Referring again to FIG. I, the film processing station 30 generally comprises a housing having a first compartment or receptacle S8 retaining a source of processing composition or fluid 52 which in accordance with operation of a tear-tab 60 is adapted to release the fluid to a second compartment 54 which includes a coating nozzle generally designated at 56. The latter includes a nozzle opening 65 which extends from the compartment 54 to a film engaging surface 67 of the nozzle which is configured for depositing a layer (not shown) of controlled thickness of the processing fluid on the film strip 22 during transport of the latter to wards the supply spool 24, or that is, in its rewind direction. Deposit of suitable layer of the fluid 52 is facilitated by a doctor blade element 66 which is depressed slightly below the film engaging surface 67 and which in cooperation with the latter and a pressure pad to be subsequently described applys a substantially uniform coating of fluid on the film strip 22. Hence, the surface 67 in effect provides means for spacing the film strip from the nozzle opening 65 and the doctor blade 66.
In the operation of the cassette, the fluid 52 is released to the nozzle 56 for coating of the film strip 22 in accordance with withdrawal of the tear-tab 60 from the processor housing 50. To facilitate the latter, as described in the aforementioned copending application, the tab 60 extends to an actuating assembly generally designated at 62 which extends beneath the supply spool 24 and into engagement with a cam member 64. The latter member is rendered operative to release the assembly 62 upon insertion of the cassette in the projector (not shown) which carries a cassette latching shaft configured to automatically enter the cassette and depress the cam 64 so as to drive the actuating assembly 62 from its latching post 63. Then, under the urging of a spring member 61, the assembly 62 is displaced into engagement with the outer teeth of the film spool 24. Following release of the actuating assembly 62, rotation of the supply spool 24 in the rewind direc tion, as shown by the arrow in FIG. I, also rotates the actuating assembly in the same direction and automatically tears the tab 60 from its sealing location so as to release the fluid 52 to the processor nozzle 56.
Mounted beneath the applicator housing is a pressure pad assembly 70, which is shown in FIG. 1 in the initial position assumed by it upon assembly of the eassette and prior to processing of the film strip 22. As shown therein, the strip 22 normally passes between the nozzle surface 67 and a raised film engaging surface 74 of the pad assembly 70. The latter is mounted on and biased towards the nozzle surface 67 by a leaf spring 72.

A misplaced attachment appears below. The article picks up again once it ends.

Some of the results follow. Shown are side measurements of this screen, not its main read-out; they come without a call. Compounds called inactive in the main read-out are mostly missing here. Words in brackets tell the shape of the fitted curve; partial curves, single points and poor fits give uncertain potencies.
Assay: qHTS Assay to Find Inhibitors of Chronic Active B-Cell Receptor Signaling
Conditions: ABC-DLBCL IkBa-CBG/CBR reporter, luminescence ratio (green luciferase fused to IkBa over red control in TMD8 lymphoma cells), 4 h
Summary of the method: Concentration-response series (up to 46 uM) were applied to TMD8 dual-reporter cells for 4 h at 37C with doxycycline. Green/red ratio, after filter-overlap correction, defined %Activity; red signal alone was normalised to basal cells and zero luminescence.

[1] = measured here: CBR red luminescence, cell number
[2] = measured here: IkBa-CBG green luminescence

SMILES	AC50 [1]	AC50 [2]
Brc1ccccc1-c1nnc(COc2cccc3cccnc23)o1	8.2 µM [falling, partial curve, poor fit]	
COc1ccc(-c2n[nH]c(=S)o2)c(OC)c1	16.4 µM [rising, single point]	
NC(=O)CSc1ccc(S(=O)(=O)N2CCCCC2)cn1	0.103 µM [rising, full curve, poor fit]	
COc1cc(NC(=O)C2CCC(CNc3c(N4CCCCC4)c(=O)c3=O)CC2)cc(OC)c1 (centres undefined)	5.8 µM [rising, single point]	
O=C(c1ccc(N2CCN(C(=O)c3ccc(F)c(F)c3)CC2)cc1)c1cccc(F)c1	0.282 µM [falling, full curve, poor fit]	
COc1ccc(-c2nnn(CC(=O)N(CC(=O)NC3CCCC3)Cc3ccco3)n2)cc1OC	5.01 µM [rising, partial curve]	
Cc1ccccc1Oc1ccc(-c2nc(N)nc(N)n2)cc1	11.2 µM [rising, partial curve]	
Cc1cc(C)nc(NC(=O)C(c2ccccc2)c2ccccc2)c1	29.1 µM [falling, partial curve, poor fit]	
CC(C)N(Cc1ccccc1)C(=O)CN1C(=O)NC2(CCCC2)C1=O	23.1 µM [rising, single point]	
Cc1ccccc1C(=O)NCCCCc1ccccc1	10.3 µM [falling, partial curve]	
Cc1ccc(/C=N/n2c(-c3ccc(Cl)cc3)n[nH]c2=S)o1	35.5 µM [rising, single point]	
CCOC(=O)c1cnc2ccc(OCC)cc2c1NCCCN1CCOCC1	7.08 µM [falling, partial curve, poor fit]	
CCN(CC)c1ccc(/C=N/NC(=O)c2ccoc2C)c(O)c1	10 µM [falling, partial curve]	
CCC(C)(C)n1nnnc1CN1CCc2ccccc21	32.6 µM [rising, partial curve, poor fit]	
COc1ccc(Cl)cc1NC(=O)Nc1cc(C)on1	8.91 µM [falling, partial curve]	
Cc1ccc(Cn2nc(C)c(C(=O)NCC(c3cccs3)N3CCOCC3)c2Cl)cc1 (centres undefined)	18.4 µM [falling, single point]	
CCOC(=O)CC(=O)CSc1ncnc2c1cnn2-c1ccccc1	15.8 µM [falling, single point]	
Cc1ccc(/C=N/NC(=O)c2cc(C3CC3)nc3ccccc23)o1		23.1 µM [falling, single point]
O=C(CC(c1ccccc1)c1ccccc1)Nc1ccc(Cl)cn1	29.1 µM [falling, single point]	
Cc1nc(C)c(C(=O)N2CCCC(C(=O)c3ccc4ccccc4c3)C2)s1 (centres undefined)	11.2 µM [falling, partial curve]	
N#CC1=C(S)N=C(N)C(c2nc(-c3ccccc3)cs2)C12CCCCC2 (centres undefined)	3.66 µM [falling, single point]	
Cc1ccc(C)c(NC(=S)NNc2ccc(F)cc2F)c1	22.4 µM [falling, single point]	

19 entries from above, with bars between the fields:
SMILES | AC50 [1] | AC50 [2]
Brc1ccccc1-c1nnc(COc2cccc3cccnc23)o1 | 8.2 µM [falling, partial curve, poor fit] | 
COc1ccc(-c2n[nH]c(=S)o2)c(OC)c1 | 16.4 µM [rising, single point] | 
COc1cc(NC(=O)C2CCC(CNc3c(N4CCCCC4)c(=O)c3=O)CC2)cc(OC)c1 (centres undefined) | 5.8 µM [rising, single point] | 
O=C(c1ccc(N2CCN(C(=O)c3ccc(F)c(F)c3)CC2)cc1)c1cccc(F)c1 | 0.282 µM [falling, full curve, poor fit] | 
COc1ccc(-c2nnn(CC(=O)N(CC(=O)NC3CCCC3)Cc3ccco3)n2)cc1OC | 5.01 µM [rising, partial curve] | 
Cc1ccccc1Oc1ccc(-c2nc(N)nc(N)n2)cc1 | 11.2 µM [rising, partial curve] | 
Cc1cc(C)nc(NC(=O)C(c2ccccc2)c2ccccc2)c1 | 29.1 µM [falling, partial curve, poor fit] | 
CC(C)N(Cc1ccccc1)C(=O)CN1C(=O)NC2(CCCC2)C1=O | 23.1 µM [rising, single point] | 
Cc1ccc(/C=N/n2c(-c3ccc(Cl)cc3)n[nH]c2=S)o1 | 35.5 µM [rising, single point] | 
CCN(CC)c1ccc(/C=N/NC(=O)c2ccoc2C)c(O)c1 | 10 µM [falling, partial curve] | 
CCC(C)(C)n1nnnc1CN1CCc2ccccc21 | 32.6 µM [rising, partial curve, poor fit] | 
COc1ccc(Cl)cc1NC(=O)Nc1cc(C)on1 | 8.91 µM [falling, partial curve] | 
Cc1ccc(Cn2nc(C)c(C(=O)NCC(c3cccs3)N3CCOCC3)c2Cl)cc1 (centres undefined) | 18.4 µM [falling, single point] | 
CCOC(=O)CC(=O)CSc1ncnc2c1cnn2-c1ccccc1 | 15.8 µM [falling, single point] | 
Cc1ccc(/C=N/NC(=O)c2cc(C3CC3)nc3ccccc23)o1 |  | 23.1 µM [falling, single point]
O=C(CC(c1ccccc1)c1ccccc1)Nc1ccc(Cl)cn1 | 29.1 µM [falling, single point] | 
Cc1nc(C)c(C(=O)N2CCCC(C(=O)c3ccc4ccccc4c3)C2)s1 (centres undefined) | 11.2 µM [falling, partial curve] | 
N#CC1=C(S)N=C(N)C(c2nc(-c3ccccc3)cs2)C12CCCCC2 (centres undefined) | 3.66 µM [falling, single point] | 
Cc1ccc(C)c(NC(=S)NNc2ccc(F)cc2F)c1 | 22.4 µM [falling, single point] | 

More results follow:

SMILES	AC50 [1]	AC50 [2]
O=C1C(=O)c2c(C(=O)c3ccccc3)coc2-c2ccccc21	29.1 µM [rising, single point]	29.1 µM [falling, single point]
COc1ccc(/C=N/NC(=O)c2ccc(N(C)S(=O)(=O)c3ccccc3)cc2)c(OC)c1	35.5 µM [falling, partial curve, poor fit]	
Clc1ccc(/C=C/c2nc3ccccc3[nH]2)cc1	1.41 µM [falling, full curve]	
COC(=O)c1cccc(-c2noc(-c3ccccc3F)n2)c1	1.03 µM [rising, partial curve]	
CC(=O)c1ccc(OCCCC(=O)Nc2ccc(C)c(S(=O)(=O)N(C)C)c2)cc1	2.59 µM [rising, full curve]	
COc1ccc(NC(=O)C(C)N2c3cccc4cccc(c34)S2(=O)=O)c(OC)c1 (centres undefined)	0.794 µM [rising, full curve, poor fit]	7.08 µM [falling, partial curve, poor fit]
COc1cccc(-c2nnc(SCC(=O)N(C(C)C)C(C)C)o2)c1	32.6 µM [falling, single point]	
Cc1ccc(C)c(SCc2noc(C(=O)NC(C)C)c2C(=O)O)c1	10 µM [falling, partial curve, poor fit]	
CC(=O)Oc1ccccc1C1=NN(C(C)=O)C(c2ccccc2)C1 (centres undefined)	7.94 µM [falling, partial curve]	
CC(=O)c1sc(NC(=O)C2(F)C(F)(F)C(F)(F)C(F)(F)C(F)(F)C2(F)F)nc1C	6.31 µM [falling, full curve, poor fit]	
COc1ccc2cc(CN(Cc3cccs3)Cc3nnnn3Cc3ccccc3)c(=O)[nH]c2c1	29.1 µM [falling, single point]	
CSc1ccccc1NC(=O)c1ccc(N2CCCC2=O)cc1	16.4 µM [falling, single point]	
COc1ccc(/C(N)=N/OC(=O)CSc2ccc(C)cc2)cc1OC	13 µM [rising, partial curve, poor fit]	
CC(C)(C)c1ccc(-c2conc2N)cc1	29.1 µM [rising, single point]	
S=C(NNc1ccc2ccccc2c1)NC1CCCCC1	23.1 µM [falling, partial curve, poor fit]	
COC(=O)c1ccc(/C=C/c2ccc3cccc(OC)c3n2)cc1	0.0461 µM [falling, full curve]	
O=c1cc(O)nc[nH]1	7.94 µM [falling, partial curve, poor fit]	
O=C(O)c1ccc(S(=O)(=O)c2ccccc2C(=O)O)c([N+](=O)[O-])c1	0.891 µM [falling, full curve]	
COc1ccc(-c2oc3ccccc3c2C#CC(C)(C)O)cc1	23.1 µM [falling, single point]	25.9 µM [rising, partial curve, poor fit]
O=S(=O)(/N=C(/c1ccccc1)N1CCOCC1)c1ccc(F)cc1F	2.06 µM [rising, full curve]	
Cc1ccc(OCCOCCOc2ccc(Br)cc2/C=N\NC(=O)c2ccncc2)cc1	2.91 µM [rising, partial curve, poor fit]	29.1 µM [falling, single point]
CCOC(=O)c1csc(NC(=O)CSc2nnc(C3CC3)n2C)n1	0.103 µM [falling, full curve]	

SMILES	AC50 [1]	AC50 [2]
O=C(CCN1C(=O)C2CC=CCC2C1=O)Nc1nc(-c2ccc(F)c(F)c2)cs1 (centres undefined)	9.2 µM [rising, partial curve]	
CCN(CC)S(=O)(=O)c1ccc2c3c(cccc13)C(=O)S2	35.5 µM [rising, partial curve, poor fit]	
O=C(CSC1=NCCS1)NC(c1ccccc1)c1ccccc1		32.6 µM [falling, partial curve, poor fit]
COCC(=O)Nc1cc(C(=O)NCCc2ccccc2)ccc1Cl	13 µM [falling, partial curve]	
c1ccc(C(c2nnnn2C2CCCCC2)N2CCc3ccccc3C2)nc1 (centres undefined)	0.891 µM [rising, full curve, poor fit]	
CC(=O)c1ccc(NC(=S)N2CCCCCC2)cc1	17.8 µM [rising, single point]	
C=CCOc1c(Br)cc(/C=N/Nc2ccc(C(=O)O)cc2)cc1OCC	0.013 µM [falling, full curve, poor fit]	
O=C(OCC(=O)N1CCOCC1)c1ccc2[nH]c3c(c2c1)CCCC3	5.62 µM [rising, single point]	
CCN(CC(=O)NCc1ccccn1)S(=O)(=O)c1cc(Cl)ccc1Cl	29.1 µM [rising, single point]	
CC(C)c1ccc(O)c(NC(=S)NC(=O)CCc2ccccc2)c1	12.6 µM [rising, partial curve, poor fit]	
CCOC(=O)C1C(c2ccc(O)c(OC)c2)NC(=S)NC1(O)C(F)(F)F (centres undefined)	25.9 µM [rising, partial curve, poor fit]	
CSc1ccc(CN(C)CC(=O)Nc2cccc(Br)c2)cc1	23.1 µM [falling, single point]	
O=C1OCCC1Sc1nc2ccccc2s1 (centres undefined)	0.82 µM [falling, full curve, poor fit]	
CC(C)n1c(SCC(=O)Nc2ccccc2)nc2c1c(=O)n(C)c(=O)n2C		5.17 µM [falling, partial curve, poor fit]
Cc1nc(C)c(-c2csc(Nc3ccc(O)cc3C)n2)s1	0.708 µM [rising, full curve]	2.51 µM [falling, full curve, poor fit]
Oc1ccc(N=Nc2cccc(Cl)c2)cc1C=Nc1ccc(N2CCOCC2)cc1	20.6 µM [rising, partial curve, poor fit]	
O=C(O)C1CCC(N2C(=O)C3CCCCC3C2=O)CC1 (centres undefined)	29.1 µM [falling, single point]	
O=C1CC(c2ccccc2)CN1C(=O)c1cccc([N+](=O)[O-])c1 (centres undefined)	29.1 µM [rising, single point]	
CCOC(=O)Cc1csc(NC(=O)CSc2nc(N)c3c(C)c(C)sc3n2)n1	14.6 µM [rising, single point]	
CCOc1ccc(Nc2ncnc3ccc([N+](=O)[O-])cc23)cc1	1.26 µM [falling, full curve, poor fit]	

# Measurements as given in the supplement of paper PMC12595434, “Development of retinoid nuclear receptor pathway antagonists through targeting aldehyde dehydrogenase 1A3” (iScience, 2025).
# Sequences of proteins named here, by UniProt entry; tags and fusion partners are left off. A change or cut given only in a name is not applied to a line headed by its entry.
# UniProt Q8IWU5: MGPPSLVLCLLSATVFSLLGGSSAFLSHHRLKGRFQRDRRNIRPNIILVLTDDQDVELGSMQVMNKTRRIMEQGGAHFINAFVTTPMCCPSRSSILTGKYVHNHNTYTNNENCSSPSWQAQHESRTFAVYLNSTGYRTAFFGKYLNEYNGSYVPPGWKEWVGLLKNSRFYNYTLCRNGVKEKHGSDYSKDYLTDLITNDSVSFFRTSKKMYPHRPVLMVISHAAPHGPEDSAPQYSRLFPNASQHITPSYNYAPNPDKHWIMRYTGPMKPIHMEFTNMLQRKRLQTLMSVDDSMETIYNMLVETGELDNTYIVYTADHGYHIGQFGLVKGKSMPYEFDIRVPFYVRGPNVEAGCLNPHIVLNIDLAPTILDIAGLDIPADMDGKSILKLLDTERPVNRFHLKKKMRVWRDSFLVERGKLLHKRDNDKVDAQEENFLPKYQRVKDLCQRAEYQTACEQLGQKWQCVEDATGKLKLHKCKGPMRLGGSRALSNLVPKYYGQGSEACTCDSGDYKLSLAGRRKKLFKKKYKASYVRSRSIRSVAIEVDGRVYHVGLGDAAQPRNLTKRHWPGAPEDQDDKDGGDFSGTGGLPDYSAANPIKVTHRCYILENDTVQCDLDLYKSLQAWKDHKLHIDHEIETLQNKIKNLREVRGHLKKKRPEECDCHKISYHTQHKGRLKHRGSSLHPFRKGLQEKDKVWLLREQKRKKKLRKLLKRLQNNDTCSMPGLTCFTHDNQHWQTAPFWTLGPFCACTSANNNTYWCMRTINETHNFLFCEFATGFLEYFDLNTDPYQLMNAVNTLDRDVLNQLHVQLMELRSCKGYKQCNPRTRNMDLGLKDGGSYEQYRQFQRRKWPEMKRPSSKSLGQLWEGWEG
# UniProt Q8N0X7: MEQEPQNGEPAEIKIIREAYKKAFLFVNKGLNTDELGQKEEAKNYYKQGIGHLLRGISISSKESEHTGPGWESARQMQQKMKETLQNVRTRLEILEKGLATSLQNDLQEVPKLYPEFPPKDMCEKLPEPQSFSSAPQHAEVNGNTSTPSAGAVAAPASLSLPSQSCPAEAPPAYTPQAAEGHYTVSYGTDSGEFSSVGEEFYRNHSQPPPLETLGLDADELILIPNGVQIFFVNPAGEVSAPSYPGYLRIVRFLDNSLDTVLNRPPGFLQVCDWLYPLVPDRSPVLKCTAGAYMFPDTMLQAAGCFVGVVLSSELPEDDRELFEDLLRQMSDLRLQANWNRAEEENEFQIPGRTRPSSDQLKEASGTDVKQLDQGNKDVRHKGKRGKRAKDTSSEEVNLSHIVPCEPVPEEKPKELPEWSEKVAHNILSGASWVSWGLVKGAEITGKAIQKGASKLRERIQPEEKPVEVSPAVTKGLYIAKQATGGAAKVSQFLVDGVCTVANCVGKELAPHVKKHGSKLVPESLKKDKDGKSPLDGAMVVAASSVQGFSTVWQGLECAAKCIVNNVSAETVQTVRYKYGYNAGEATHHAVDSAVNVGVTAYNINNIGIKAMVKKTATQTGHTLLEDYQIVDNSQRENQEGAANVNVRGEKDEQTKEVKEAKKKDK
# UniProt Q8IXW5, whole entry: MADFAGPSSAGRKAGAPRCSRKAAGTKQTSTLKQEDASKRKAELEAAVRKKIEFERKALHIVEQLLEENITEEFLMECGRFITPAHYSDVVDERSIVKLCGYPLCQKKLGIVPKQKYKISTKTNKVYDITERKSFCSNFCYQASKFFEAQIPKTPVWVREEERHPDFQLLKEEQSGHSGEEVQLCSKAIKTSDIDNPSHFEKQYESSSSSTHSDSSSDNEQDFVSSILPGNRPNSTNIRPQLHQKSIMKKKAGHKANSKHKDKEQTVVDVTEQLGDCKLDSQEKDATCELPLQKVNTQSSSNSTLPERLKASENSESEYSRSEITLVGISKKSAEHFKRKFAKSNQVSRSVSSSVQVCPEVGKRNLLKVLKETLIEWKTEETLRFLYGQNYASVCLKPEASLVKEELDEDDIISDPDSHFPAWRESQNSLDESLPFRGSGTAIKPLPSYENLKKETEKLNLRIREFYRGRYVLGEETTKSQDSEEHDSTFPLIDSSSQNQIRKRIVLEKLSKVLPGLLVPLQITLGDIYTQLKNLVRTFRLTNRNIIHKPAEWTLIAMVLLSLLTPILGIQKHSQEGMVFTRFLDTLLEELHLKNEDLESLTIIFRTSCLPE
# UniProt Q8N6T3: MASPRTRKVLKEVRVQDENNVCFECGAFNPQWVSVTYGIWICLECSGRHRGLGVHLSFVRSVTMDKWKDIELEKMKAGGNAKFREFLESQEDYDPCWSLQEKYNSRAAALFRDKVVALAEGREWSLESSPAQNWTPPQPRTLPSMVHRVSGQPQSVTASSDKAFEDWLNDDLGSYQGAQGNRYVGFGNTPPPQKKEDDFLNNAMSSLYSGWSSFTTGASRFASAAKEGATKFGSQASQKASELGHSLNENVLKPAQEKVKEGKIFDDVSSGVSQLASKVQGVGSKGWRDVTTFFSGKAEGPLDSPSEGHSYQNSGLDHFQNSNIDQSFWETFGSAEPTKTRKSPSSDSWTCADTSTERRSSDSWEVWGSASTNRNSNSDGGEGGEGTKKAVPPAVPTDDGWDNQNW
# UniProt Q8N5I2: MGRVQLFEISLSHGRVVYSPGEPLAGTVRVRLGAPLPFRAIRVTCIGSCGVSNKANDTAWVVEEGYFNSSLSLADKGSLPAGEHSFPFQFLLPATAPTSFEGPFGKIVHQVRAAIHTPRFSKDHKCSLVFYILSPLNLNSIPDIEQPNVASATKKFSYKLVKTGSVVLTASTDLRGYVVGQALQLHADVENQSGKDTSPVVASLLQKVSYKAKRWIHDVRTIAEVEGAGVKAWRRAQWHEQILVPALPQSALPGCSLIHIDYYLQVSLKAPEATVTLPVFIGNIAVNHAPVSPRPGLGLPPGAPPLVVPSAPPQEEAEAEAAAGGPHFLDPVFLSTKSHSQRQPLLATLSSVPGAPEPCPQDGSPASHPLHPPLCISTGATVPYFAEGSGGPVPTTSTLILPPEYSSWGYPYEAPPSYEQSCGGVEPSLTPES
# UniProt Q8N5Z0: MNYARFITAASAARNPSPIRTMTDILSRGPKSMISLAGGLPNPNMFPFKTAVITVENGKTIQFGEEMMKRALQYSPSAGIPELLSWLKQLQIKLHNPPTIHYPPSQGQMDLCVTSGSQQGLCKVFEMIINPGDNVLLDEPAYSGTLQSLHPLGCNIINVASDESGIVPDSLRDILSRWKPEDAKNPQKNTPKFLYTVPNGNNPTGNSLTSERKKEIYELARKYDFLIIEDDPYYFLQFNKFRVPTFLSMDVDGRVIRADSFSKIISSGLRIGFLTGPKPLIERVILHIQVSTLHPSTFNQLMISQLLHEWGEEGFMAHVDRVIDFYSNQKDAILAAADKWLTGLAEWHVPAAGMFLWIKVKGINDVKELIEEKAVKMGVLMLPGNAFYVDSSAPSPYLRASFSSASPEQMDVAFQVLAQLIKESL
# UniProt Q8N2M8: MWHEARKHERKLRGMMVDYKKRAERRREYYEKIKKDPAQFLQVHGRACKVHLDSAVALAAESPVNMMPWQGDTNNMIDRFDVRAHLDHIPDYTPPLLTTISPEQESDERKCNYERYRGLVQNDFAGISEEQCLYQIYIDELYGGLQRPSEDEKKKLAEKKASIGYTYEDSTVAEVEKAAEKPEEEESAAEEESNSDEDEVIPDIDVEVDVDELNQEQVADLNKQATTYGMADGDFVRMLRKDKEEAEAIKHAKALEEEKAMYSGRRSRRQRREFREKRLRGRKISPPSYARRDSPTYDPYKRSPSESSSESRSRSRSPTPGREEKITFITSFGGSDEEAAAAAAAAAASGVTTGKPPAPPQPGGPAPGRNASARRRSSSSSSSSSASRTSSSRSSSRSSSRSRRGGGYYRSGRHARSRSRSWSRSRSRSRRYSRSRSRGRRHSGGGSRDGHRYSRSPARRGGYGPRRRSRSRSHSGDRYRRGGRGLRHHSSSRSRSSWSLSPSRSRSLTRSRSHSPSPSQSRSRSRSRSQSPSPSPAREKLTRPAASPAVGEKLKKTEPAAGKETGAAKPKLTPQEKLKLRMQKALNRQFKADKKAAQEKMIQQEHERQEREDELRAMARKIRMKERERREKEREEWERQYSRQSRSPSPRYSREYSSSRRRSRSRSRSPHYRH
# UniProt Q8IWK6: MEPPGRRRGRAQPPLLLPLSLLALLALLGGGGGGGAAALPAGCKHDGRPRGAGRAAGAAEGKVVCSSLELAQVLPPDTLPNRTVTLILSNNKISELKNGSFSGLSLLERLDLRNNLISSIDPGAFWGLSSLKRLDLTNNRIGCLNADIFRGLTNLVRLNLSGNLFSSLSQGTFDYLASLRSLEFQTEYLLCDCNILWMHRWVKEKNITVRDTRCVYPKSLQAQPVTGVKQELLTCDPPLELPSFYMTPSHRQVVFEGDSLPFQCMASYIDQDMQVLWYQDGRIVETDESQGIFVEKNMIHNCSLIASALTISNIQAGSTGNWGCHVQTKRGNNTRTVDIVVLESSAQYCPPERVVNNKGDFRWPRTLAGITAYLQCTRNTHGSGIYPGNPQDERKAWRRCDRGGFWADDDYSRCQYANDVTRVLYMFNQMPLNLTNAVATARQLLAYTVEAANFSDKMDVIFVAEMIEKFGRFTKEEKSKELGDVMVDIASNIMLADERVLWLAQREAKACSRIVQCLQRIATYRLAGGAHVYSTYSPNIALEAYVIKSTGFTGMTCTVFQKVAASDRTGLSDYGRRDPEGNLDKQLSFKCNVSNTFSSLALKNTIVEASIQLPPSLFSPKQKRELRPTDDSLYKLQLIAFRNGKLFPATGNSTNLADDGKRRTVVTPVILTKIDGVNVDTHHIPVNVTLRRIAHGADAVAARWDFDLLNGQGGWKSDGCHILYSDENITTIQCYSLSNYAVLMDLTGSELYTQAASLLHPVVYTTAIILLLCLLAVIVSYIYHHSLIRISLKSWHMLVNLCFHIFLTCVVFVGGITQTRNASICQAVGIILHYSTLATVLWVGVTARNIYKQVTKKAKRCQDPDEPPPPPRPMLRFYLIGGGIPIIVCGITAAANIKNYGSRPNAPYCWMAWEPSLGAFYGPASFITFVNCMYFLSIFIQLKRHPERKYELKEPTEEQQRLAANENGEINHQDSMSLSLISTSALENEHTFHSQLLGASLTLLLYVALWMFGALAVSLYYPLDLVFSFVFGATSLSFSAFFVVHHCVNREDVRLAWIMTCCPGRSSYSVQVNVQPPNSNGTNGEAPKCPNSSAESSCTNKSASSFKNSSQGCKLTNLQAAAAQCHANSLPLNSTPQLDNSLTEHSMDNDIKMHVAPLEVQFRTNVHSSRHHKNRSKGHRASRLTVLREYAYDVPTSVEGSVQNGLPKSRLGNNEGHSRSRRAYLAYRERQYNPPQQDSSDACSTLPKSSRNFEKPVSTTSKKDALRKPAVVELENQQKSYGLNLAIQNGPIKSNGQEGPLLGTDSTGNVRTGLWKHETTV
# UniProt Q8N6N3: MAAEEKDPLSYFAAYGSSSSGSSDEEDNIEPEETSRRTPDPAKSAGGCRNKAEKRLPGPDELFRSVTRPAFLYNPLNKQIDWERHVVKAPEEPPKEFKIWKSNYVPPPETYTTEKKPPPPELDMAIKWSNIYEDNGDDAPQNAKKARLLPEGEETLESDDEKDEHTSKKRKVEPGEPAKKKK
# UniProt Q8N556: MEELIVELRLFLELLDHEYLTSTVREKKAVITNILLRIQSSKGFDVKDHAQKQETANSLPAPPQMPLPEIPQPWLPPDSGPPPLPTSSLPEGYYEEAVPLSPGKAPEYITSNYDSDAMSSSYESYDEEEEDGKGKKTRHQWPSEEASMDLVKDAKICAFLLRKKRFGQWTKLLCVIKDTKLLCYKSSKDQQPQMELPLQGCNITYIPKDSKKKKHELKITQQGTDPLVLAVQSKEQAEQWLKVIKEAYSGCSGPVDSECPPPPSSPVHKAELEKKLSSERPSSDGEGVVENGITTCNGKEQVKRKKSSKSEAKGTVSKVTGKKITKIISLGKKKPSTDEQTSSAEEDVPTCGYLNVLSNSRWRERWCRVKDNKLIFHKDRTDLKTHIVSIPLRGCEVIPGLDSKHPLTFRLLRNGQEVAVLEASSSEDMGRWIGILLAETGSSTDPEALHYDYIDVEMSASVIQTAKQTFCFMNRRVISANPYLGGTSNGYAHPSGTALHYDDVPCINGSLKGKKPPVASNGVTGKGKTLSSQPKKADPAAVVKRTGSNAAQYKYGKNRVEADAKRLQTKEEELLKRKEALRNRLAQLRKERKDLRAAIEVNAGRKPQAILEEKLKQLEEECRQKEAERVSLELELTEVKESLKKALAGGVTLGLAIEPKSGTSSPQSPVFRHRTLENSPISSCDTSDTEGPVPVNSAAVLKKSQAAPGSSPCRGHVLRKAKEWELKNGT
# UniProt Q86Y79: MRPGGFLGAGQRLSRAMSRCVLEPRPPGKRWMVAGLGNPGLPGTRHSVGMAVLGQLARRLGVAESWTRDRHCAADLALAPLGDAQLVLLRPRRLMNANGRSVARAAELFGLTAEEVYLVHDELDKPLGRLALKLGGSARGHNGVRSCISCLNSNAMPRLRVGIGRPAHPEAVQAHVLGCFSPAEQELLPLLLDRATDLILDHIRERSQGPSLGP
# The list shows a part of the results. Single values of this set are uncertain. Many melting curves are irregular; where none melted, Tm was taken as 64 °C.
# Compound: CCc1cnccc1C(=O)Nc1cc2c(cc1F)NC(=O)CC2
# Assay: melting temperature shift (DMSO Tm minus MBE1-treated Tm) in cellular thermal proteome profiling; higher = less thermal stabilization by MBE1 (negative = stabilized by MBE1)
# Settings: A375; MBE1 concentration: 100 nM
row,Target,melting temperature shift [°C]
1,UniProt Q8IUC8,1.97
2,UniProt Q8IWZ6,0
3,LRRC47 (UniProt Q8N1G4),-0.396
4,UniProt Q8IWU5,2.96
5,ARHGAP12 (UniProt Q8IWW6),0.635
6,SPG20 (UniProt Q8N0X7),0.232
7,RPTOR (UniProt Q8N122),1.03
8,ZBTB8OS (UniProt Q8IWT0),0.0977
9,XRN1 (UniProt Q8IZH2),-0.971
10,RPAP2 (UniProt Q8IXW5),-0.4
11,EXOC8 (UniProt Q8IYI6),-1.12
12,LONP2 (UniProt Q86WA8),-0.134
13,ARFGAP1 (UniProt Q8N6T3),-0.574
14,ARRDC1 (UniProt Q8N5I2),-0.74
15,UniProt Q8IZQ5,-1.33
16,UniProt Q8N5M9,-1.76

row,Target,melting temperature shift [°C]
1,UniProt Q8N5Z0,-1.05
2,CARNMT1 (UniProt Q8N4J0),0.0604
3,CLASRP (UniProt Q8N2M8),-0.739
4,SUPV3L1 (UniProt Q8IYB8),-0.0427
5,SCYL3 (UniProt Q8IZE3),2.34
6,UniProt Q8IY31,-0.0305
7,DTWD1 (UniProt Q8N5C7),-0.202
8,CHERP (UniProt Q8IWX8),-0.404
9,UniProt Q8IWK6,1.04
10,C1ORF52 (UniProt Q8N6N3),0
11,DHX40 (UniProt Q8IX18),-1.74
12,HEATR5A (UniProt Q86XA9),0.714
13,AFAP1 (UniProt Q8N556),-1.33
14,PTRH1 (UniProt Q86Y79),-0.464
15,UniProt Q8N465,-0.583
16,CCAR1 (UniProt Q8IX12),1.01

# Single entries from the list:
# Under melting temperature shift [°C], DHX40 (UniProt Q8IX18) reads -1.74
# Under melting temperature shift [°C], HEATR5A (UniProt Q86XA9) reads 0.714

The pad assembly 70, as subsequently explained, is designed for displacement along the film path between an initial, inoperative position shown in FIG. 1 wherein its pad surface 74 is held away from the processor nozzle and an operative position, shown in FIG. 4, wherein its pad surface sandwiches the interviewing portions of the film strip 22 against the nozzle land 67. In the initial position, the pad assembly is spaced from the nozzle 56 by upright members positioned at each of the longitudinal ends 76 and 79, respectively of the pad. Hence, the leading end 76, as considered with respect to the leading end or take-up end 38 of the film, carries a folded shroudlike member 77 through which the film strip 22 passes and which extends upwardly into contact with a steplike portion '78 of the processor housing 50. The other end or trailing end 79 of the pad assembly 70 includes a pair of upright posts or arms, only one of which is shown at 80. These upright posts also cooperate with depending posts of the nozzle 30, only one of which is shown at 89 in FIG. 4, to stop the pad in its operative position. The arm 80 and its counterpart (not shown), between which the film strip passes, engage the processor housing 50 and in combination with the forward member 77 initially hold the pad surface 74 out of cooperative engagement with the nozzle. The height of the upright members are appropriately arranged such that in the initial position the pad assembly is tilted downwardly at its leading end 76 whereby its trailing end 79 lightly engages the film strip 22, and hence, is configured to cooperate with the actuating member 47 of the film strip 22 (as will be subsequently explained in regard to FIGS. 3 and 4) so as to be carried with the film strip to the left of the pad position shown in FIG. 1. Finally, it should be noted that a depending member 81 of pad assembly 70 cooperates with a turned up end 82 of the spring 72 to latch the pad in its initial position.